Extended Project Qualifications: Mathematical Modelling and Problem Solving

The activities described in this case study were delivered through the School-University Partnerships Initiative (SUPI). Funded by Research Councils UK, SUPI involved 12 universities working in partnership with local schools, with coordination support from the NCCPE. SUPI projects aim to develop more effective engagements between researchers and school pupils, and to inspire a broader range of pupils to develop inquiring minds by engaging them in a diversity of exciting hands-on research related activities.

This case study explores the Extended Project Qualification Practical Projects, one of the flagships projects developed during the first year of the University of Manchester hosted SUPI project. See here for more information about the range of other activities coordinated by this SUPI.

This flagship project aims to provide practical support for Year 12/13 students undertaking the Extended Project Qualification (EPQ). EPQs are designed to allow A-level students to develop self-directed research projects, supervised by tutors.


For pupils studying Mathematics at A-level, it is not always clear how the techniques they acquire can be applied to solving real world problems. There is little opportunity at this stage to explore the skills involved in creating and solving a mathematical model or dealing with open-ended problems. Pupils are left with a toolbox of methods with no sense of how these tools are utilised by research mathematicians. The EPQ provides an ideal opportunity for students to explore mathematical modelling and open-ended problem solving, although it may be difficult for students to choose their own project topics because they have not been exposed to the broad range of uses of mathematics and problem solving skills.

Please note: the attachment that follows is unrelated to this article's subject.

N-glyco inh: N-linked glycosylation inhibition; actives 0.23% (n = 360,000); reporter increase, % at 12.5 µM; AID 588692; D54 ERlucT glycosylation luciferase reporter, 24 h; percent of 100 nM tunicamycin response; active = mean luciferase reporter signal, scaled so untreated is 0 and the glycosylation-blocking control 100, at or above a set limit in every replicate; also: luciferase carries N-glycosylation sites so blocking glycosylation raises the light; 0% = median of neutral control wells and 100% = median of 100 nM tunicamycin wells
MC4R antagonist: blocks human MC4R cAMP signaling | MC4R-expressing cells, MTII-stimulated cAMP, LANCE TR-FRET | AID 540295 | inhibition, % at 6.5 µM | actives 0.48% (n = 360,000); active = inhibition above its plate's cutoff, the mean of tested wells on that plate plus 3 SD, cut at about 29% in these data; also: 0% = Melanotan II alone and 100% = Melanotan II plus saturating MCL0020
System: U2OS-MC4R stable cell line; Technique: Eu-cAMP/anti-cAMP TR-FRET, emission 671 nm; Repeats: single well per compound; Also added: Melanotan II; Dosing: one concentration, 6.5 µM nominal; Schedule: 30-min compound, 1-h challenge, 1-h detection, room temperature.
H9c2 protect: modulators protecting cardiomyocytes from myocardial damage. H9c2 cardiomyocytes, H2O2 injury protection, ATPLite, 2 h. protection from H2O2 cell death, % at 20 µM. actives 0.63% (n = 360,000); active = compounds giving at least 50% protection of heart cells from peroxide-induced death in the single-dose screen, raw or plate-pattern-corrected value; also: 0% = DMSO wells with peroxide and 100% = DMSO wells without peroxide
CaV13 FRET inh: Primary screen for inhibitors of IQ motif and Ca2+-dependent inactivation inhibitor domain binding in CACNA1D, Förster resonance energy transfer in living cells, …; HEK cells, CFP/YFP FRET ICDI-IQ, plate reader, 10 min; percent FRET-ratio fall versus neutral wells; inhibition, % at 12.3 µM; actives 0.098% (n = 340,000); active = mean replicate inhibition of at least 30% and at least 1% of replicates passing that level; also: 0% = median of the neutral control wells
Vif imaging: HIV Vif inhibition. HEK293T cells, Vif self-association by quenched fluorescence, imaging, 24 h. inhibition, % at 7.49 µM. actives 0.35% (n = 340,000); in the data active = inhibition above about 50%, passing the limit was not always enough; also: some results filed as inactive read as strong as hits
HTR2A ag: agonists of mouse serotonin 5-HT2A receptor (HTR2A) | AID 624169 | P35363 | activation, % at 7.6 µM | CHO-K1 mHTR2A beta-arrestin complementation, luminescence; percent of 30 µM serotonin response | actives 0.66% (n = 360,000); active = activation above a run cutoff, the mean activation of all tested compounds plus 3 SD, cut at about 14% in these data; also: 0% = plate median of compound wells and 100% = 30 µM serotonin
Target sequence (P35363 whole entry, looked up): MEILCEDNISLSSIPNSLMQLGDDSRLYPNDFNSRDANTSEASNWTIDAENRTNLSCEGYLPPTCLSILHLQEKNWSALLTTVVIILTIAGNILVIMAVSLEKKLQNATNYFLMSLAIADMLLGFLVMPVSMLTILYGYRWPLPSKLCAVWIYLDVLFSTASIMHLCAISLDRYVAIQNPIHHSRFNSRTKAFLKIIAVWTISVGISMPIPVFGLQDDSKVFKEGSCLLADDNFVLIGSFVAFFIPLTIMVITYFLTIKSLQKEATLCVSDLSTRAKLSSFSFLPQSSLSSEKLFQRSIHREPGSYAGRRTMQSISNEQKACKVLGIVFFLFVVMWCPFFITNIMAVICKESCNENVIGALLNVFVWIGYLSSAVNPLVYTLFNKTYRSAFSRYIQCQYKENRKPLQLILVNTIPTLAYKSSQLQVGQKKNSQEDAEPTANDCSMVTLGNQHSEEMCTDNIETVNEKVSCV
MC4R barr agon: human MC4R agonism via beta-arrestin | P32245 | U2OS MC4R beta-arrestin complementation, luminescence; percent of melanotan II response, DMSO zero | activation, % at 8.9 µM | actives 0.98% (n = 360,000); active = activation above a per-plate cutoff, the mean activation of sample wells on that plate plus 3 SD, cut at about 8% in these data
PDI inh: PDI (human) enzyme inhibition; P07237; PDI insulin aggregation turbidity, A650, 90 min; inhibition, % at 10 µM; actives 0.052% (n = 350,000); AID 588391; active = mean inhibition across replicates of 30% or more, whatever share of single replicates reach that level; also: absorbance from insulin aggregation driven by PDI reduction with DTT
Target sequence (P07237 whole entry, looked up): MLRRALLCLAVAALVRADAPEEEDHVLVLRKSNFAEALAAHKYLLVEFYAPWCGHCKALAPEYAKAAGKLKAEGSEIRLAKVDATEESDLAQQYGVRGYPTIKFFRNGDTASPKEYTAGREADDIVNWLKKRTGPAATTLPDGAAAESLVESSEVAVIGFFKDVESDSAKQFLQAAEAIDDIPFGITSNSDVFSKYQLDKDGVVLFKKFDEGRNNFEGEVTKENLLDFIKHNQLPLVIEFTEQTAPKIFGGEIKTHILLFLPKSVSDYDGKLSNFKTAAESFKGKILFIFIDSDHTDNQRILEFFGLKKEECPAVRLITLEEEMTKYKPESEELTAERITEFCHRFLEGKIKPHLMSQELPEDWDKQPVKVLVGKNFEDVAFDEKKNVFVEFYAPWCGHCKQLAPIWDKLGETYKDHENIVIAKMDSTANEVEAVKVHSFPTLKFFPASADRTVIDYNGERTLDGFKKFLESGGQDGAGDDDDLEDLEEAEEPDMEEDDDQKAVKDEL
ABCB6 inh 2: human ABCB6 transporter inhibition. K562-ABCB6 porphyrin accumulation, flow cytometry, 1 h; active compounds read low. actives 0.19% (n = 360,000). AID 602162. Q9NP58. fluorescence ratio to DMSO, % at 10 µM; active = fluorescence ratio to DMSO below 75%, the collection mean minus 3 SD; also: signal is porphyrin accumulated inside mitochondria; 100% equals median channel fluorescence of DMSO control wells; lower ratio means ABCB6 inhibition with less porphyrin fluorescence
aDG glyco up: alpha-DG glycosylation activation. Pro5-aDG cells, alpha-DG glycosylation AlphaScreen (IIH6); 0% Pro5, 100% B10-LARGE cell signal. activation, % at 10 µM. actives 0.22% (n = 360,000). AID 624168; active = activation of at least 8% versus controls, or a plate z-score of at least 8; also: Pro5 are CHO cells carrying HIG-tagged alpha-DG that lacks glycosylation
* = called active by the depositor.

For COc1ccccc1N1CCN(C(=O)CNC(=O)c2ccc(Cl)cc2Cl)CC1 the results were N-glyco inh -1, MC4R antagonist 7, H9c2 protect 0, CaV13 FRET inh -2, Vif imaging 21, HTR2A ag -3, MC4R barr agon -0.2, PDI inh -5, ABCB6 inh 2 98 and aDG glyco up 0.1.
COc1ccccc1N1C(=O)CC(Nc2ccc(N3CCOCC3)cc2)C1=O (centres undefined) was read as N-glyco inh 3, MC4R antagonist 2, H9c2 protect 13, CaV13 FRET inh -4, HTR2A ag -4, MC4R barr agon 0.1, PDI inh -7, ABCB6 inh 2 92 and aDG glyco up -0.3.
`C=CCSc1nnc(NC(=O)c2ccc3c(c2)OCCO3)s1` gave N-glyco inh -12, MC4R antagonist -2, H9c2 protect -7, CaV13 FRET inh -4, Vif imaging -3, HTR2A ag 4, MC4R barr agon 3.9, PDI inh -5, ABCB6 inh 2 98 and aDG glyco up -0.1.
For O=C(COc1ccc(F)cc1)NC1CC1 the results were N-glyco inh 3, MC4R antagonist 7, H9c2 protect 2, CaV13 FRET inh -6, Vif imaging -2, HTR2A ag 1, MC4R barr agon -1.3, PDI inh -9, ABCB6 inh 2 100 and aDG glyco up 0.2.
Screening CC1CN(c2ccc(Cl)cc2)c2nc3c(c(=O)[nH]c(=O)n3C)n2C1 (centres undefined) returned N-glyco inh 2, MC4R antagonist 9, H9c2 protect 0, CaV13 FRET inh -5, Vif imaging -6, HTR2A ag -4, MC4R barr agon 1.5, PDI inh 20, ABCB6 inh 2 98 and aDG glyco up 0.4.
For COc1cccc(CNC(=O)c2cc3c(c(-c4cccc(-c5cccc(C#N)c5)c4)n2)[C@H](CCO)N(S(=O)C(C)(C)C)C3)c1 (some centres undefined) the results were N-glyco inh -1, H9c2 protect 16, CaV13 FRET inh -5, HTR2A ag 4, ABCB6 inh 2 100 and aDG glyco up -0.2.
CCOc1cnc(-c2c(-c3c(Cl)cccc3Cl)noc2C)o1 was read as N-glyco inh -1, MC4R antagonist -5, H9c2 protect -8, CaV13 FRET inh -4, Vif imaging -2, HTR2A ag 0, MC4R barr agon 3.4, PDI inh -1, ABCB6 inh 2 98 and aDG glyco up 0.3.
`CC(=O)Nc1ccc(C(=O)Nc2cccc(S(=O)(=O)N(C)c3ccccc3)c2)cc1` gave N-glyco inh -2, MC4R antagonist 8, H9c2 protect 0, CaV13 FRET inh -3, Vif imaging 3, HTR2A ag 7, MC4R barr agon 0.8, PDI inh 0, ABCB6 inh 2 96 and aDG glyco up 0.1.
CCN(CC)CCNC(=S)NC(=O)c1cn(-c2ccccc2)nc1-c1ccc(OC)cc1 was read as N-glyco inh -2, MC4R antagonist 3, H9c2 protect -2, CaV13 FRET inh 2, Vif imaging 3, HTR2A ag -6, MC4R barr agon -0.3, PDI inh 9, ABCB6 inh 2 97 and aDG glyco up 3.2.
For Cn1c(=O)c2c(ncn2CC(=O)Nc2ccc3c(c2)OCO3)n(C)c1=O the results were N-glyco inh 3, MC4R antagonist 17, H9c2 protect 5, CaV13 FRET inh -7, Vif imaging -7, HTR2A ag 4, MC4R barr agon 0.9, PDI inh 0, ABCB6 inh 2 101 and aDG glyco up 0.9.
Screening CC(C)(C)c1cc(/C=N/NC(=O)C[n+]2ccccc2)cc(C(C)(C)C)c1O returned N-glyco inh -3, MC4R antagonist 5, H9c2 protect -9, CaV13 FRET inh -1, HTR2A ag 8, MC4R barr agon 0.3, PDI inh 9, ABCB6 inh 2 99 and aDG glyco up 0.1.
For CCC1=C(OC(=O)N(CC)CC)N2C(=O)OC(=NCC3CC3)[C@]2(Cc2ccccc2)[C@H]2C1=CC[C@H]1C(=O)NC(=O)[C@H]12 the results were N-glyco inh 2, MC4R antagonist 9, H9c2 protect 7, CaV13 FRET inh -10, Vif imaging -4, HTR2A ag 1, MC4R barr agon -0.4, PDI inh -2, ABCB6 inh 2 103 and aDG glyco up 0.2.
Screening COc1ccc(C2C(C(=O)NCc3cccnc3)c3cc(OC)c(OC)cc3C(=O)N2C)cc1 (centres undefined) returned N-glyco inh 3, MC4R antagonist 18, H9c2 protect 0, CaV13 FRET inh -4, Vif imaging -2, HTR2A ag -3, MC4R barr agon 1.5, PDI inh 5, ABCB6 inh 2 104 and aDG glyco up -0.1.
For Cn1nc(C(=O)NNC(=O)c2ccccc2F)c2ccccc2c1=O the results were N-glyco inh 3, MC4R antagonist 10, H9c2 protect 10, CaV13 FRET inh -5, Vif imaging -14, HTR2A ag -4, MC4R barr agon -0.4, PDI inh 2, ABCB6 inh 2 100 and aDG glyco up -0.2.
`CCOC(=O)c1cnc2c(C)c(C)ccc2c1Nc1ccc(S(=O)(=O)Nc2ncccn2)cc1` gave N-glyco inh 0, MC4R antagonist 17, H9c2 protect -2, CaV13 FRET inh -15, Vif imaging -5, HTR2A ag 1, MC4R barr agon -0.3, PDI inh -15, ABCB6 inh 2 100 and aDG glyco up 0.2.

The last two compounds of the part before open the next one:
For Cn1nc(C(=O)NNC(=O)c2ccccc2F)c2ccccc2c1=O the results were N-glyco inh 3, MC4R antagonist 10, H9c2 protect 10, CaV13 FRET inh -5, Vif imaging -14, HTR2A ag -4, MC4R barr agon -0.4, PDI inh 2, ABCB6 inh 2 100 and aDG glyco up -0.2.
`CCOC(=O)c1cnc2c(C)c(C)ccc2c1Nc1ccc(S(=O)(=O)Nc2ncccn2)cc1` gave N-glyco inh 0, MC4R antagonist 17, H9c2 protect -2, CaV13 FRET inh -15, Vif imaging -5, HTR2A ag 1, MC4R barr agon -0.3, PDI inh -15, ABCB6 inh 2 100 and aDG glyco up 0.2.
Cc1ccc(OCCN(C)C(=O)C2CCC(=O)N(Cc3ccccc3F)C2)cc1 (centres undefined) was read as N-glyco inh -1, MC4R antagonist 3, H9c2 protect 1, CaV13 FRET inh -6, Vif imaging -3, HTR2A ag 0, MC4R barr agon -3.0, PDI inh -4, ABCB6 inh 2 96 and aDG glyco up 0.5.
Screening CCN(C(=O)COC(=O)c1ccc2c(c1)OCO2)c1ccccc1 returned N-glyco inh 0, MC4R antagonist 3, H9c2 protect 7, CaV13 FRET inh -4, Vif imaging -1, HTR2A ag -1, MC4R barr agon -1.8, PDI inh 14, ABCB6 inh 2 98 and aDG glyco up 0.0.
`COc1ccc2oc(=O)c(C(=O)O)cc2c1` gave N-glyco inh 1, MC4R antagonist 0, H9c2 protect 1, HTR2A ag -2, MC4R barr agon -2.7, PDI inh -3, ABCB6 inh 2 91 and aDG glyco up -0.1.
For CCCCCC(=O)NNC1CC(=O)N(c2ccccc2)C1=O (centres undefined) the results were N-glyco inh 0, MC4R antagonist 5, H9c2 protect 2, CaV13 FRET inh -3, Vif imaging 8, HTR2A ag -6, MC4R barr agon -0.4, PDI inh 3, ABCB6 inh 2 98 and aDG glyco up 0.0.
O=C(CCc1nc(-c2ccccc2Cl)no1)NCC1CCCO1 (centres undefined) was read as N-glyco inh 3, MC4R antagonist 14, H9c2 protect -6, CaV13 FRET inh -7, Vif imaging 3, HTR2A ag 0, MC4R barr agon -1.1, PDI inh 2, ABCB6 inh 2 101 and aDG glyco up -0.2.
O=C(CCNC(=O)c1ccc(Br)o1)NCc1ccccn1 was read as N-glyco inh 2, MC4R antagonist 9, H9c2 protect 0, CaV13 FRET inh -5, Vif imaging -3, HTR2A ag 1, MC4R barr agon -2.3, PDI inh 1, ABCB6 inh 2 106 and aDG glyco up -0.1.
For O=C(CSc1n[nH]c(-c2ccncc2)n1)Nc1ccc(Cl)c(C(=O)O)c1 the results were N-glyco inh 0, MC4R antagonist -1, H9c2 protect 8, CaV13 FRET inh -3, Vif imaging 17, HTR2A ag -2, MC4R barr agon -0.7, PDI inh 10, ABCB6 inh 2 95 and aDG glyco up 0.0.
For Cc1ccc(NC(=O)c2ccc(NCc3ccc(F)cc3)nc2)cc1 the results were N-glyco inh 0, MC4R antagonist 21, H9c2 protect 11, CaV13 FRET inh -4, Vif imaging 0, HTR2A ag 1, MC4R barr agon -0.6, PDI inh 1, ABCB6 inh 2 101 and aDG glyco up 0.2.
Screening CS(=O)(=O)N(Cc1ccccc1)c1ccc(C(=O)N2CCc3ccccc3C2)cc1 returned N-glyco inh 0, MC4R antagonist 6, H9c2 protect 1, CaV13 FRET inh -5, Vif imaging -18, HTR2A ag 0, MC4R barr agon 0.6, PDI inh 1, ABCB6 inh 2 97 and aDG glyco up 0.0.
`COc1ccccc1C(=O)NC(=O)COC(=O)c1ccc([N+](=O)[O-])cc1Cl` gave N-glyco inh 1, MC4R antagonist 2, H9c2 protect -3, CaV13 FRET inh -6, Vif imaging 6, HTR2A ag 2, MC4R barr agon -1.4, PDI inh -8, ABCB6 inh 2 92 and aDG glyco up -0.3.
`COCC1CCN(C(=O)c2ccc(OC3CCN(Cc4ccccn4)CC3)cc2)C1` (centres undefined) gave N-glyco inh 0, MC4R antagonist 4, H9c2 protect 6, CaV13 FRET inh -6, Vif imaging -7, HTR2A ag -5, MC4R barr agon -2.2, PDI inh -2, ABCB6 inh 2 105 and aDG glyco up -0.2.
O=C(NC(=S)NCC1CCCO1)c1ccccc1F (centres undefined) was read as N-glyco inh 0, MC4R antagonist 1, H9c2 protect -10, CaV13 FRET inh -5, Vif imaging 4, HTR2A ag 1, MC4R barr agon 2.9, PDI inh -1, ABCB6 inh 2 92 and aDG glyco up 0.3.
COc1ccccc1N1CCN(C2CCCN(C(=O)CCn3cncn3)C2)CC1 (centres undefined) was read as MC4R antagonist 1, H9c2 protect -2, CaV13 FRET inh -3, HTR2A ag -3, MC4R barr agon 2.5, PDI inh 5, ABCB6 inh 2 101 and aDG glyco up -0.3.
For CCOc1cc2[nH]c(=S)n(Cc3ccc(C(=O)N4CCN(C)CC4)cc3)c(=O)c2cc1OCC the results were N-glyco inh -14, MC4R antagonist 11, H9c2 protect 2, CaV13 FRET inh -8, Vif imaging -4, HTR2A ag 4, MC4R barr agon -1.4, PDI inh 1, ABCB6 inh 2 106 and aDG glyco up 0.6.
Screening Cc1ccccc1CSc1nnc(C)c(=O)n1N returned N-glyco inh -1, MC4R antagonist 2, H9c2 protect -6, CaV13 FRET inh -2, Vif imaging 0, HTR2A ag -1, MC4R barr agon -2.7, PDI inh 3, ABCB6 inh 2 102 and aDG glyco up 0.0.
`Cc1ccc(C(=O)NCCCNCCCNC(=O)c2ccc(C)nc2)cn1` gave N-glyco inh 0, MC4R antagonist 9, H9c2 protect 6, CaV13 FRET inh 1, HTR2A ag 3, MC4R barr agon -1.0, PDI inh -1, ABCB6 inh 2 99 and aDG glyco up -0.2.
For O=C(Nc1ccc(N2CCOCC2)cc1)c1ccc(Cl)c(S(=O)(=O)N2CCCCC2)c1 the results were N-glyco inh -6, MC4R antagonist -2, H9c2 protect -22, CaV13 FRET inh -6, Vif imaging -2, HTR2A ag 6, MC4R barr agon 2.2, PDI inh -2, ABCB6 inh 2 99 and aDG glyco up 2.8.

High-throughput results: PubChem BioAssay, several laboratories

This project aims to introduce sixth form pupils to examples of mathematical modelling and help them to appreciate the way in which mathematicians tackle unfamiliar problems, in addition to providing technical and mentoring support.


Initially a team of postgraduate research students developed suitable themes for EPQ projects. These included the mathematics of theme parks, the mathematics of game shows, x-ray imaging, population modelling, roots of polynomials and cryptography. These topics were closely related to their research, but were also intended to be interesting and accessible for A-Level pupils.

In June 2013 a workshop was run for over 70 pupils to introduce these projects and give students a flavour of the broad range of work done by research mathematicians in the School of Mathematics. Each pupil was able to work with postgraduate researchers on two of the projects described above. There was also an opportunity to find out about the support offered to pupils wishing to take an EPQ in this area. Subsequently, any pupils who wanted to take up a project were offered expert support by academics and postgraduate researchers in the School of Mathematics.

Overall, the first year of EPQ support within SUPI was a great success. This support is now provided annually, with increases to the numbers of pupils and researchers involved year on year.

Keys to making it work

  • Using the workshop as a ‘taster’ rather than asking for long-term commitment at the outset
  • Using PhD researchers to mentor the students and work with them on projects
  • Bringing together researchers, teachers, pupils and library support at a single event meant that pupils had a rounded picture of what the EPQ would involve and the support available